Educating for Action

A Curriculum for Social Activists


We live at a time when the competitive, capitalist model of action has eclipsed all other contemporary social and economic models and threatens the greater cooperative good of society. Neoliberalism is an attempt to reimagine governance in an age of mass democratic policies by its intention to inoculate capitalism against the threat of democracy.

Education for Action: A Curriculum for Social Activists sees social action as a vital vehicle in challenging this intense individualistic, managerial and competitive ethos. Such action is a collective, transformative response to capitalism which combines local activism, community development and the advocacy of social, political and economic rights to help committed citizens initiate, stimulate and support social change at both local and global levels.

The book explains the methods, instruments, theories and practices that help educators encourage activists to build power amongst concerned individuals using a curriculum that emphasises the importance of critical theory and which is accessible to everybody and rooted in their community. The author also stresses the vital role of education in helping activists resist the ideologies, actions and slogans imposed on society by authoritarian powerholders while simultaneously regenerating grass-roots politics and its belief in the viability of collective solidarity and social activism.

Prices from (excl. shipping):

Add to Cart
Roger Hopkins has a degree and teaching diploma from the University of Wales and has taught in colleges of further education, technical and higher education. He has published widely on social action, community development and adult education.
 1 What Are You? The Case of Cabo Verdeans

1 Social Action and Its Threatened Future
 1 Social Action Characteristics
 2 Affective Intelligence, Social Action and Social Movements
 3 Social Action under Attack
 4 Neo Liberal Attitudes
 5 A Collective Response

2 Common Sense: The Driver of Social Action?
 1 Characteristics of Common Sense
 2 Common Sense and Culture
 3 Common Sense Durability: Its Drawbacks and a Short History
 4 Some Common-Sense Thinking Examples
 5 Theory and Hostility
 6 Organic Intellectuals and Common Sense
 7 Neoliberal Language
 8 Gramsci’s Relevance

3 Studying and Thinking: A Critical Curriculum
 1 John Dewey’s Ideas
 2 The Seeking Curriculum – A Counterweight
 3 Reflective Thinking and Group Exercises
 4 Countering Compartmentalism
 5 Systems Thinking – A Group Process
 6 The Cynefin Framework
 7 An Overview

4 Critical Thinking and Other Thought Processes
 1 Why Critical Thinking?
 2 Critical Thinking and Rationality
 3 Biases, Fake News and Power
 4 Thought Processes of a Tutor
 5 Five Exercises to Improve Critical Thinking
 6 An Overview of the Process
 7 Group Thinking Processes

5 Types of Talk: Conversation and Dialogue
 1 Positive Conversation
 2 Good Conversation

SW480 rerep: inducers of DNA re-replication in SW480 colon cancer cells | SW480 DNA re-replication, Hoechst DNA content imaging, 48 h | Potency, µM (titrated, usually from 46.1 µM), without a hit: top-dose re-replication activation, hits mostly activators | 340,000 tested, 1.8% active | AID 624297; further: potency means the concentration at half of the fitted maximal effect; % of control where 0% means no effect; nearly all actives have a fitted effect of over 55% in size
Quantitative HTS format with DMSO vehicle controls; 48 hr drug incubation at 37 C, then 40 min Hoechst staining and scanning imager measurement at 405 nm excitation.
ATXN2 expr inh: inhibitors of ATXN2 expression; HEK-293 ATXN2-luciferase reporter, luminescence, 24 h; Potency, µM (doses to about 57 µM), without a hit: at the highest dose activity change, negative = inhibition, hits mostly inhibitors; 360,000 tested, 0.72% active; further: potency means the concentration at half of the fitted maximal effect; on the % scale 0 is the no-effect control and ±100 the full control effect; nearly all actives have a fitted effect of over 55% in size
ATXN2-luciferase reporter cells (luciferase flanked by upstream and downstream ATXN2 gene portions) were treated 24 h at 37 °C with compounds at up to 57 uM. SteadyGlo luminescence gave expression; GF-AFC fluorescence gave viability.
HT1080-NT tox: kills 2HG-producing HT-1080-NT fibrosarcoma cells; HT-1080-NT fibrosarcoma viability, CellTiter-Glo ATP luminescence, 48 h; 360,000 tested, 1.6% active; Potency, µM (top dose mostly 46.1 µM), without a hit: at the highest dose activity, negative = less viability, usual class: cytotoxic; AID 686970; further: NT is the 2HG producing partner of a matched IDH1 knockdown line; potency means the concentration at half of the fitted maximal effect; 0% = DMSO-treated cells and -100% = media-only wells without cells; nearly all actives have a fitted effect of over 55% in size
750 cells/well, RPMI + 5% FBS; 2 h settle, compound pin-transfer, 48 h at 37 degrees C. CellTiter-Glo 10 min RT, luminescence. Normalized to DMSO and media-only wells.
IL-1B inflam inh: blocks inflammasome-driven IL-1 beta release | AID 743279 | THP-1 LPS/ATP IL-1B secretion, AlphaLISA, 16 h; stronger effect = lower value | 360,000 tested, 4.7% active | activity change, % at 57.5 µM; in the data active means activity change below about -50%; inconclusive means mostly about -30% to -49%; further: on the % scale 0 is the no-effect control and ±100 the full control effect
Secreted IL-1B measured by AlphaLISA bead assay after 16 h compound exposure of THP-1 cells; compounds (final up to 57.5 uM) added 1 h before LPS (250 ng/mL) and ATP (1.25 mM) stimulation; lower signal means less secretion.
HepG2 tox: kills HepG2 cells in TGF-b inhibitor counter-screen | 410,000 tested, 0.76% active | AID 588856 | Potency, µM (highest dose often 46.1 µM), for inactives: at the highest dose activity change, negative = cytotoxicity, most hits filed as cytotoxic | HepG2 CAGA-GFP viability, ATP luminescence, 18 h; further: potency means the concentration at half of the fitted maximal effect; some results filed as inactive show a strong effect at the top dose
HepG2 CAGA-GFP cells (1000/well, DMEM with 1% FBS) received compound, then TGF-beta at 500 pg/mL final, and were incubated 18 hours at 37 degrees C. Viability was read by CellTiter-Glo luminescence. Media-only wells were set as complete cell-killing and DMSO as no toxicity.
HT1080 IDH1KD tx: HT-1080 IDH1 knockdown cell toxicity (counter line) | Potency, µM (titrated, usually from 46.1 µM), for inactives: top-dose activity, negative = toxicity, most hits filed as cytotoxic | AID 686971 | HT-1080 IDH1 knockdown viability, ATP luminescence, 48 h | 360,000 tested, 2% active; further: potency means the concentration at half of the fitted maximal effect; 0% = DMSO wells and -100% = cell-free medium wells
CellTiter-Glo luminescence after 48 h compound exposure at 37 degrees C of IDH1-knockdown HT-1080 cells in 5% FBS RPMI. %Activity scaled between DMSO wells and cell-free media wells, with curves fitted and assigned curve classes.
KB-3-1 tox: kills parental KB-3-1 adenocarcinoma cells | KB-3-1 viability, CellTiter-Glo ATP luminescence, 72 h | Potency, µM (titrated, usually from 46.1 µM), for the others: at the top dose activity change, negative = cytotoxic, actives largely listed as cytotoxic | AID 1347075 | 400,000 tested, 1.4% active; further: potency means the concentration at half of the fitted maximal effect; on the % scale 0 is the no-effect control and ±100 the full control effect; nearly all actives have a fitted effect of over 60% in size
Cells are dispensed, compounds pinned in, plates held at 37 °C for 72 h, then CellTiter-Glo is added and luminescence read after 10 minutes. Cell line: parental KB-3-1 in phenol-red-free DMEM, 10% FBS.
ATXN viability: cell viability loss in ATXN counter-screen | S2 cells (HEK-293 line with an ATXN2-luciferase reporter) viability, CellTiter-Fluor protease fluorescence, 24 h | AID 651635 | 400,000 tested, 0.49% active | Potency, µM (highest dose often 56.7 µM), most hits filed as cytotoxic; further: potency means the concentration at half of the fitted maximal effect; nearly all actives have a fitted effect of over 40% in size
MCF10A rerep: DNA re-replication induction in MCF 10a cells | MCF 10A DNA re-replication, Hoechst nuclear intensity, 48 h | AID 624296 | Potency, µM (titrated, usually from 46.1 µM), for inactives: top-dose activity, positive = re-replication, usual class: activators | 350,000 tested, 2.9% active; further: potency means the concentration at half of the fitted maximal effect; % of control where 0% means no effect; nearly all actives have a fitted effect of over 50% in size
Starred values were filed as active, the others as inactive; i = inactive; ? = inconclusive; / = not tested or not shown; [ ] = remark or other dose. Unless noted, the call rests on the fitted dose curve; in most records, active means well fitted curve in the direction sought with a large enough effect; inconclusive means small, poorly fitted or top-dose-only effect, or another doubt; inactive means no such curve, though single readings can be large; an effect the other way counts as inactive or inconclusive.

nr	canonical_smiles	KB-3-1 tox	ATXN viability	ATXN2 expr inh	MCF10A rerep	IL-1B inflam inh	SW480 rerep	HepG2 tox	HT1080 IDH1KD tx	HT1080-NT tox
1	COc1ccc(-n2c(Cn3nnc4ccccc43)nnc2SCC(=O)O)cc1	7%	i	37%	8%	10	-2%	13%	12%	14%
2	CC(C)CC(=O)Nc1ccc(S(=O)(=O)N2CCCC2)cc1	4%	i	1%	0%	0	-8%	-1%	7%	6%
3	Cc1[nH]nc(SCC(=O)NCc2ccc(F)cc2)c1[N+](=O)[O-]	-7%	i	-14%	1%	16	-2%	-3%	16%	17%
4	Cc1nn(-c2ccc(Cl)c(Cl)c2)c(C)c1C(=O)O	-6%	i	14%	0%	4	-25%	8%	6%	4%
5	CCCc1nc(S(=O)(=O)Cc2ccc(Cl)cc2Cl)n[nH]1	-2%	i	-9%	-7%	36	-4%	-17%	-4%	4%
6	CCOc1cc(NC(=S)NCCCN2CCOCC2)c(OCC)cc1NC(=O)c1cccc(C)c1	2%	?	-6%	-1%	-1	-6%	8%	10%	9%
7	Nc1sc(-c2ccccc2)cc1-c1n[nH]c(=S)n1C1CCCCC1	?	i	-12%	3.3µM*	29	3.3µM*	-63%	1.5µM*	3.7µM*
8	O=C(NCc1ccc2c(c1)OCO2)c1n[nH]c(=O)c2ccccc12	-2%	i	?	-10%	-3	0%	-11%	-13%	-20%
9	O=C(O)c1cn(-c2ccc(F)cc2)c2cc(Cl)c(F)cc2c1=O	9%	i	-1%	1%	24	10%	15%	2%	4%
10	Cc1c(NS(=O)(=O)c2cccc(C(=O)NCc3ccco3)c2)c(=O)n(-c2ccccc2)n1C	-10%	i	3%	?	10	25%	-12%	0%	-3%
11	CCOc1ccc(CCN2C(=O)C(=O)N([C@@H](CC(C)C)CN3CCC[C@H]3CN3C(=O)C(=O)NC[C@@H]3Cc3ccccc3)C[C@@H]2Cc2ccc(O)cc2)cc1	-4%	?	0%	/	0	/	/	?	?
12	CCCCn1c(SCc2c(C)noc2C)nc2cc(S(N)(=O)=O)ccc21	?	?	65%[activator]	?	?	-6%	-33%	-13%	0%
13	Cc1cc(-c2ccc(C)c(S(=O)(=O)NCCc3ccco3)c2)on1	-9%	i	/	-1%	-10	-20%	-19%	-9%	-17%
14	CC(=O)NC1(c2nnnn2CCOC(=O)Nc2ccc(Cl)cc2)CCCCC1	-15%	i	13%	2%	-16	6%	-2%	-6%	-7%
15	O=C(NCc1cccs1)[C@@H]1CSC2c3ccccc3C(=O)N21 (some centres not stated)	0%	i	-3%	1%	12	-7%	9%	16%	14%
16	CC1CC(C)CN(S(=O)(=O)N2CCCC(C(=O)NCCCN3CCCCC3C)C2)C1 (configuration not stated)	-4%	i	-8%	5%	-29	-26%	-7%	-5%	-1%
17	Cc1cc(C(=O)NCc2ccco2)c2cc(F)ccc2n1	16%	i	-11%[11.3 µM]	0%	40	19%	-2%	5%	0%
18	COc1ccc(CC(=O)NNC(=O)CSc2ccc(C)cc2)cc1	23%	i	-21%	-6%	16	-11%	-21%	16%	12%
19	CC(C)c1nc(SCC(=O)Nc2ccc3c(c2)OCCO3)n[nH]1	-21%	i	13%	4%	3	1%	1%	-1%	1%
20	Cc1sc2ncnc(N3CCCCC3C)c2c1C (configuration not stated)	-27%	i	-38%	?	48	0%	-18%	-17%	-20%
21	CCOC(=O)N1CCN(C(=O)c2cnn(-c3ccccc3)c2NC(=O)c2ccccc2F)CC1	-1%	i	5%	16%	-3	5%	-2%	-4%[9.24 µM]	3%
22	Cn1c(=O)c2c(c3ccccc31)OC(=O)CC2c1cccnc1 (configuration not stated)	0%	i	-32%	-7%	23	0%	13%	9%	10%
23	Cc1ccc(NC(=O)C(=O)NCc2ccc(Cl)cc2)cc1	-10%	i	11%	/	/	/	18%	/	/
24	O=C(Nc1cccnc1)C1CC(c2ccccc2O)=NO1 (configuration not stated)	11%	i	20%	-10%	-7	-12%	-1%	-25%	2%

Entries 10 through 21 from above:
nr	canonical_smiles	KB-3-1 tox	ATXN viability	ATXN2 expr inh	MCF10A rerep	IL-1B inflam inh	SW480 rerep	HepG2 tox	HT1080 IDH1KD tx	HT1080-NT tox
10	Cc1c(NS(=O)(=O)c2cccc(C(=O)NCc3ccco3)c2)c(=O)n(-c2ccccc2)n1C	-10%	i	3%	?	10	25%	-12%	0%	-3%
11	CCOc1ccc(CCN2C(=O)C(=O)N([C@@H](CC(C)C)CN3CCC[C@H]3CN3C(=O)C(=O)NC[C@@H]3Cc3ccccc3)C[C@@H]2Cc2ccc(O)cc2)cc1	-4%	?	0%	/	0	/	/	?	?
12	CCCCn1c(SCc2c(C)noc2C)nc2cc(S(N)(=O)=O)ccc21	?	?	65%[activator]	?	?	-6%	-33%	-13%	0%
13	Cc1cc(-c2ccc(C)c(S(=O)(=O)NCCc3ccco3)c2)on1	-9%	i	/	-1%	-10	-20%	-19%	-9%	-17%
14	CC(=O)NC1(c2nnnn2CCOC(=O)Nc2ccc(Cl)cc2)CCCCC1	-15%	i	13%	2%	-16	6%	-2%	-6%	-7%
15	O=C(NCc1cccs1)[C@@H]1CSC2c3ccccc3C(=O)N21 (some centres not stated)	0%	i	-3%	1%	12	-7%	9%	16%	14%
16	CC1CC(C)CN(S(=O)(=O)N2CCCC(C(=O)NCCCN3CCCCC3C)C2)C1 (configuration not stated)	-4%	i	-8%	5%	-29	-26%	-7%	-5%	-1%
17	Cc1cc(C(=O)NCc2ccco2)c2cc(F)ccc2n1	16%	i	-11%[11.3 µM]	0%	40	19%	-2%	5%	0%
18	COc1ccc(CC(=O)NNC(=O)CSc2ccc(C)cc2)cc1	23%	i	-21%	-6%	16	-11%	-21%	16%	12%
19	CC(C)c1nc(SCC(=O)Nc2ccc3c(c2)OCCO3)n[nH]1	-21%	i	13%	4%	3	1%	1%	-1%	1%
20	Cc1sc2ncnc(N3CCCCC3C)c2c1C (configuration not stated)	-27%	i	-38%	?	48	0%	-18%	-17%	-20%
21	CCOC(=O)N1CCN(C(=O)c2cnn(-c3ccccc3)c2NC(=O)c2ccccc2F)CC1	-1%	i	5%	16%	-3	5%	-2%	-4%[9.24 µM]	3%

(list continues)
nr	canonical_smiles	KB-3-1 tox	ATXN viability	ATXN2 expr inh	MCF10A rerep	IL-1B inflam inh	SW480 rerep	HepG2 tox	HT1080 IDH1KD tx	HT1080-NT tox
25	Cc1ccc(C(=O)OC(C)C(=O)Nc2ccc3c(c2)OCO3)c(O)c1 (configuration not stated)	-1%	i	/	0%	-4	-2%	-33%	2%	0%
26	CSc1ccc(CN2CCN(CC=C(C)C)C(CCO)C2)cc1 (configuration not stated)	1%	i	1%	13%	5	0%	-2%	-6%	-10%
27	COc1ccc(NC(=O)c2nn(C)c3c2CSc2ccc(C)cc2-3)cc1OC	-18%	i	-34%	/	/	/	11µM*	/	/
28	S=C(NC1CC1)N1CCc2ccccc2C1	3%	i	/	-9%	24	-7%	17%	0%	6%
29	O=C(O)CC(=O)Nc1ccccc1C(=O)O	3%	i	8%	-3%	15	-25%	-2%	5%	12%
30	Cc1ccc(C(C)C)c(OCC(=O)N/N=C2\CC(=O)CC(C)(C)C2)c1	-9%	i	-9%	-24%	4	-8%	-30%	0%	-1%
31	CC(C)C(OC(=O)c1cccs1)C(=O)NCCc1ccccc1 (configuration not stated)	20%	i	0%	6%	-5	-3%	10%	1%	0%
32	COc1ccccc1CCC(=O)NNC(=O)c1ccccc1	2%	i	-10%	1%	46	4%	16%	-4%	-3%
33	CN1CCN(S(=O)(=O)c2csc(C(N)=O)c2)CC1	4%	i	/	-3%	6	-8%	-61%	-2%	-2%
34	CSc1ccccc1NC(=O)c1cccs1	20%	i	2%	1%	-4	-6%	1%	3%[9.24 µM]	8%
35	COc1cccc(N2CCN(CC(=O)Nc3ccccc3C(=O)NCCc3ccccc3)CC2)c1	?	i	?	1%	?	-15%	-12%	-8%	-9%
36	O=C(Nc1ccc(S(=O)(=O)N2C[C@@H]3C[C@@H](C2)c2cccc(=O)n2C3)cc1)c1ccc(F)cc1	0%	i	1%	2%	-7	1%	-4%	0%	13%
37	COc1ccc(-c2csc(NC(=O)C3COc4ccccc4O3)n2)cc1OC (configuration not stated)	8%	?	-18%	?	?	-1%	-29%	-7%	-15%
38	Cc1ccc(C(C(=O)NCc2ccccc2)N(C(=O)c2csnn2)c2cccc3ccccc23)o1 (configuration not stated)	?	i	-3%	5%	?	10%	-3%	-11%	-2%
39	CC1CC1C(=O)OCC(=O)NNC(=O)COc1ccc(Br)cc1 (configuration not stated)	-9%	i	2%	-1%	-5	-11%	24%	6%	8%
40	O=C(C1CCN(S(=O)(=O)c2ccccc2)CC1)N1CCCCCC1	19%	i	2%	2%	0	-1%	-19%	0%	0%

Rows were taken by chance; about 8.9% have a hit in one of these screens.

3 A Frenchman and Conversation
 4 Generating Effective Communication – Dialogue vs. Discussion
 5 Getting Started
 6 Deeper Listening and Thinking
 7 Speech Processes and Metaphors
 8 Task vs. Dialogue Process
 9 Summing Up
 10 A Personal Example
 11 Dialogue, Technology and Democracy

6 Questioning, Acting and Framing
 1 The Paul-Elder Model: Some Questions
 2 More Questions, Questions …
 3 Generative Themes
 4 Goffman’s Frames
 5 Replacing Frames – With Other Frames
 6 Four Activities

7 Informal Settings and Authentic Language
 1 Informal Settings
 2 Authentic and Inauthentic Language
 3 Three Validity Claims
 4 Bullshit
 5 Challenging Bullshit
 6 Summing Up

8 Formal and Informal Language
 1 Language and Codes
 2 Formal and Casual Language
 3 Playing Bingo
 4 Using Clichés
 5 Clichés, Banality and Evil
 6 Tags and Lies

8 Formal and Informal Language
 1 Language and Codes
 2 Formal and Casual Language
 3 Playing Bingo
 4 Using Clichés
 5 Clichés, Banality and Evil
 6 Tags and Lies

9 Paying Attention
 1 Pancakes and Attention
 2 Some Relevant Questions – Or Not?
 3 Attention Control – An Employee’s Warning
 4 Sharing, Space and Time
 5 Redirecting Attention
 6 Concentrating
 7 Listening to Learn
 8 A Circle Exercise – Individual and Group Attention
 9 Multitasking

10 Storytelling
 1 Telling Stories
 2 Giving Feedback
 3 Levinas’s Ideas
 4 “Engaged” Stories
 5 Keeping Hope Alive
 6 Political Stories
 7 The Uses of History
 8 Some Welsh Examples

11 Leadership and Group Development
 1 Why Leaders?
 2 Leadership Styles and Situations
 3 A Group Leadership Grid
 4 Small Groups
 5 Facilitating Meetings – Some Principles
 6 More Suggestions for Groups
 7 The Circle of Voices Exercise
 8 Team Talking
 9 Two More Exercises
 10 Summing Up

12 Social Action Practices
 1 Action Practices and Strategies
 2 Overview

13 Challenging Power
 1 Types of Power
 2 Castells’s Grounded Theory of Power
 3 A Pioneering Exemplar
 4 Power and Politics
 5 A Dynamic, Positive Force?
 6 Are the Net and Old Protest Habits Enough?
 7 Students Are Activists, Too

Postscript: Covid-19 and Beyond

Activists, adult educators, community and voluntary group members, undergraduates, postgraduates and researchers in social action, community regeneration, citizenship, social policy, organisational learning, human resource development, politics and participative democracy.
  • Collapse
  • Expand